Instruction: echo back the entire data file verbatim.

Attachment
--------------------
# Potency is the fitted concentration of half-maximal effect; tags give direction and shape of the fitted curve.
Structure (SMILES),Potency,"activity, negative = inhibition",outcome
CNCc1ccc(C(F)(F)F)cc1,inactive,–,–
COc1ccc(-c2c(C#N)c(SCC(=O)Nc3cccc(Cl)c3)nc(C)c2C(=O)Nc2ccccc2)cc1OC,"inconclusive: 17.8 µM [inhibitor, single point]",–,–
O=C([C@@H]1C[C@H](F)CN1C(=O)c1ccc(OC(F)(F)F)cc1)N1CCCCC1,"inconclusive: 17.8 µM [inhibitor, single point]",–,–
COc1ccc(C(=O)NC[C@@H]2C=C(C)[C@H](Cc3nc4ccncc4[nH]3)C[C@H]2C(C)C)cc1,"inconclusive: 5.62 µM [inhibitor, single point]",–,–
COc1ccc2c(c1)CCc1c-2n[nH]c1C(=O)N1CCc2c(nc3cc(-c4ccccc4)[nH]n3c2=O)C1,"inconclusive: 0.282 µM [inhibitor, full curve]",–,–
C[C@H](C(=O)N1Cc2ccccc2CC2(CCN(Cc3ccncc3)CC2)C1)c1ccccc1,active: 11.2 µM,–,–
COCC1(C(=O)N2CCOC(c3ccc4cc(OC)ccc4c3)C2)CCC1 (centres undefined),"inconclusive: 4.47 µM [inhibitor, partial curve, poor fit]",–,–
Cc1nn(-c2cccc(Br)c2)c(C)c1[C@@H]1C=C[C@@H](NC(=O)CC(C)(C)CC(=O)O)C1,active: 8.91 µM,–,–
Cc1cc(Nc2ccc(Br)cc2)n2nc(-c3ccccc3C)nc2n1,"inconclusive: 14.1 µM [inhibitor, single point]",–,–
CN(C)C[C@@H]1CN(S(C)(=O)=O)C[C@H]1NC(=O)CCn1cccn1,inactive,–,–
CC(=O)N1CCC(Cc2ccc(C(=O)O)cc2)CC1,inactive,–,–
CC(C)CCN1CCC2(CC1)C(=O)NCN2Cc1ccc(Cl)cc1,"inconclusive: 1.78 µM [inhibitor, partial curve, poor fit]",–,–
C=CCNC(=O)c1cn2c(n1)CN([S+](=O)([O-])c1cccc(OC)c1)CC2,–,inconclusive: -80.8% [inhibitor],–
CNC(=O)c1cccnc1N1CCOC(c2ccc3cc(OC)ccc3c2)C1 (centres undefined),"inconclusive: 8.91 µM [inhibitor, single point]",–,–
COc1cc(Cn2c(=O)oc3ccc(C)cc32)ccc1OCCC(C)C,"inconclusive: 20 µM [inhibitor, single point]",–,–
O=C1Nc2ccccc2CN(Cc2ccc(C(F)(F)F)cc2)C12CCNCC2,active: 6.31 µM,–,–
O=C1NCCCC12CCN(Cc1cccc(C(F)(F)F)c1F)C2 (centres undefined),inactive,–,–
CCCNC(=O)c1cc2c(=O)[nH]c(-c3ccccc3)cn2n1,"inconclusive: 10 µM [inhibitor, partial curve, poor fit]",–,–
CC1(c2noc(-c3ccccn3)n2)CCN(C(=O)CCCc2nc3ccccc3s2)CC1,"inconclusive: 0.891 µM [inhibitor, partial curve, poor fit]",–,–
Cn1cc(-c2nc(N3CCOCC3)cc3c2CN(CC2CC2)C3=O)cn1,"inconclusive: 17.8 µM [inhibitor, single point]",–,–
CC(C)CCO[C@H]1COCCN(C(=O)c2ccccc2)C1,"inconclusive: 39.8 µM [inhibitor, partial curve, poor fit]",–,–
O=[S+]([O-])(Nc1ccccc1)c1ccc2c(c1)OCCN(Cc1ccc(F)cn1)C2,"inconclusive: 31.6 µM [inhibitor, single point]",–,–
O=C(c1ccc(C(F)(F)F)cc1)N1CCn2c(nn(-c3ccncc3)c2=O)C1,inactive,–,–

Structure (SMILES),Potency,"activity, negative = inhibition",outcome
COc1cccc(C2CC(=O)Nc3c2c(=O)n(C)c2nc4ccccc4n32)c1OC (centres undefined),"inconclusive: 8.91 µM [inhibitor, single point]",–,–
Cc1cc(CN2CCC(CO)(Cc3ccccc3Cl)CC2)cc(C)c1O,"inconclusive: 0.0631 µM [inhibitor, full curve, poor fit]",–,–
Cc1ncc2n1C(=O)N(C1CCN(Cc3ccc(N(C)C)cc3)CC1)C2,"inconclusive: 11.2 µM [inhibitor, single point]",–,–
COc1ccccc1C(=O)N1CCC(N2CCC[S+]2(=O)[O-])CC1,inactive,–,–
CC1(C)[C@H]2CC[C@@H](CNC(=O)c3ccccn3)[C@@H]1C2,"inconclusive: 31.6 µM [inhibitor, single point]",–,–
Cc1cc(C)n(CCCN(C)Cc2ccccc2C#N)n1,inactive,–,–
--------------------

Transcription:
# Potency is the fitted concentration of half-maximal effect; tags give direction and shape of the fitted curve.
Structure (SMILES),Potency,"activity, negative = inhibition",outcome
CNCc1ccc(C(F)(F)F)cc1,inactive,–,–
COc1ccc(-c2c(C#N)c(SCC(=O)Nc3cccc(Cl)c3)nc(C)c2C(=O)Nc2ccccc2)cc1OC,"inconclusive: 17.8 µM [inhibitor, single point]",–,–
O=C([C@@H]1C[C@H](F)CN1C(=O)c1ccc(OC(F)(F)F)cc1)N1CCCCC1,"inconclusive: 17.8 µM [inhibitor, single point]",–,–
COc1ccc(C(=O)NC[C@@H]2C=C(C)[C@H](Cc3nc4ccncc4[nH]3)C[C@H]2C(C)C)cc1,"inconclusive: 5.62 µM [inhibitor, single point]",–,–
COc1ccc2c(c1)CCc1c-2n[nH]c1C(=O)N1CCc2c(nc3cc(-c4ccccc4)[nH]n3c2=O)C1,"inconclusive: 0.282 µM [inhibitor, full curve]",–,–
C[C@H](C(=O)N1Cc2ccccc2CC2(CCN(Cc3ccncc3)CC2)C1)c1ccccc1,active: 11.2 µM,–,–
COCC1(C(=O)N2CCOC(c3ccc4cc(OC)ccc4c3)C2)CCC1 (centres undefined),"inconclusive: 4.47 µM [inhibitor, partial curve, poor fit]",–,–
Cc1nn(-c2cccc(Br)c2)c(C)c1[C@@H]1C=C[C@@H](NC(=O)CC(C)(C)CC(=O)O)C1,active: 8.91 µM,–,–
Cc1cc(Nc2ccc(Br)cc2)n2nc(-c3ccccc3C)nc2n1,"inconclusive: 14.1 µM [inhibitor, single point]",–,–
CN(C)C[C@@H]1CN(S(C)(=O)=O)C[C@H]1NC(=O)CCn1cccn1,inactive,–,–
CC(=O)N1CCC(Cc2ccc(C(=O)O)cc2)CC1,inactive,–,–
CC(C)CCN1CCC2(CC1)C(=O)NCN2Cc1ccc(Cl)cc1,"inconclusive: 1.78 µM [inhibitor, partial curve, poor fit]",–,–
C=CCNC(=O)c1cn2c(n1)CN([S+](=O)([O-])c1cccc(OC)c1)CC2,–,inconclusive: -80.8% [inhibitor],–
CNC(=O)c1cccnc1N1CCOC(c2ccc3cc(OC)ccc3c2)C1 (centres undefined),"inconclusive: 8.91 µM [inhibitor, single point]",–,–
COc1cc(Cn2c(=O)oc3ccc(C)cc32)ccc1OCCC(C)C,"inconclusive: 20 µM [inhibitor, single point]",–,–
O=C1Nc2ccccc2CN(Cc2ccc(C(F)(F)F)cc2)C12CCNCC2,active: 6.31 µM,–,–
O=C1NCCCC12CCN(Cc1cccc(C(F)(F)F)c1F)C2 (centres undefined),inactive,–,–
CCCNC(=O)c1cc2c(=O)[nH]c(-c3ccccc3)cn2n1,"inconclusive: 10 µM [inhibitor, partial curve, poor fit]",–,–
CC1(c2noc(-c3ccccn3)n2)CCN(C(=O)CCCc2nc3ccccc3s2)CC1,"inconclusive: 0.891 µM [inhibitor, partial curve, poor fit]",–,–
Cn1cc(-c2nc(N3CCOCC3)cc3c2CN(CC2CC2)C3=O)cn1,"inconclusive: 17.8 µM [inhibitor, single point]",–,–
CC(C)CCO[C@H]1COCCN(C(=O)c2ccccc2)C1,"inconclusive: 39.8 µM [inhibitor, partial curve, poor fit]",–,–
O=[S+]([O-])(Nc1ccccc1)c1ccc2c(c1)OCCN(Cc1ccc(F)cn1)C2,"inconclusive: 31.6 µM [inhibitor, single point]",–,–
O=C(c1ccc(C(F)(F)F)cc1)N1CCn2c(nn(-c3ccncc3)c2=O)C1,inactive,–,–

Structure (SMILES),Potency,"activity, negative = inhibition",outcome
COc1cccc(C2CC(=O)Nc3c2c(=O)n(C)c2nc4ccccc4n32)c1OC (centres undefined),"inconclusive: 8.91 µM [inhibitor, single point]",–,–
Cc1cc(CN2CCC(CO)(Cc3ccccc3Cl)CC2)cc(C)c1O,"inconclusive: 0.0631 µM [inhibitor, full curve, poor fit]",–,–
Cc1ncc2n1C(=O)N(C1CCN(Cc3ccc(N(C)C)cc3)CC1)C2,"inconclusive: 11.2 µM [inhibitor, single point]",–,–
COc1ccccc1C(=O)N1CCC(N2CCC[S+]2(=O)[O-])CC1,inactive,–,–
CC1(C)[C@H]2CC[C@@H](CNC(=O)c3ccccn3)[C@@H]1C2,"inconclusive: 31.6 µM [inhibitor, single point]",–,–
Cc1cc(C)n(CCCN(C)Cc2ccccc2C#N)n1,inactive,–,–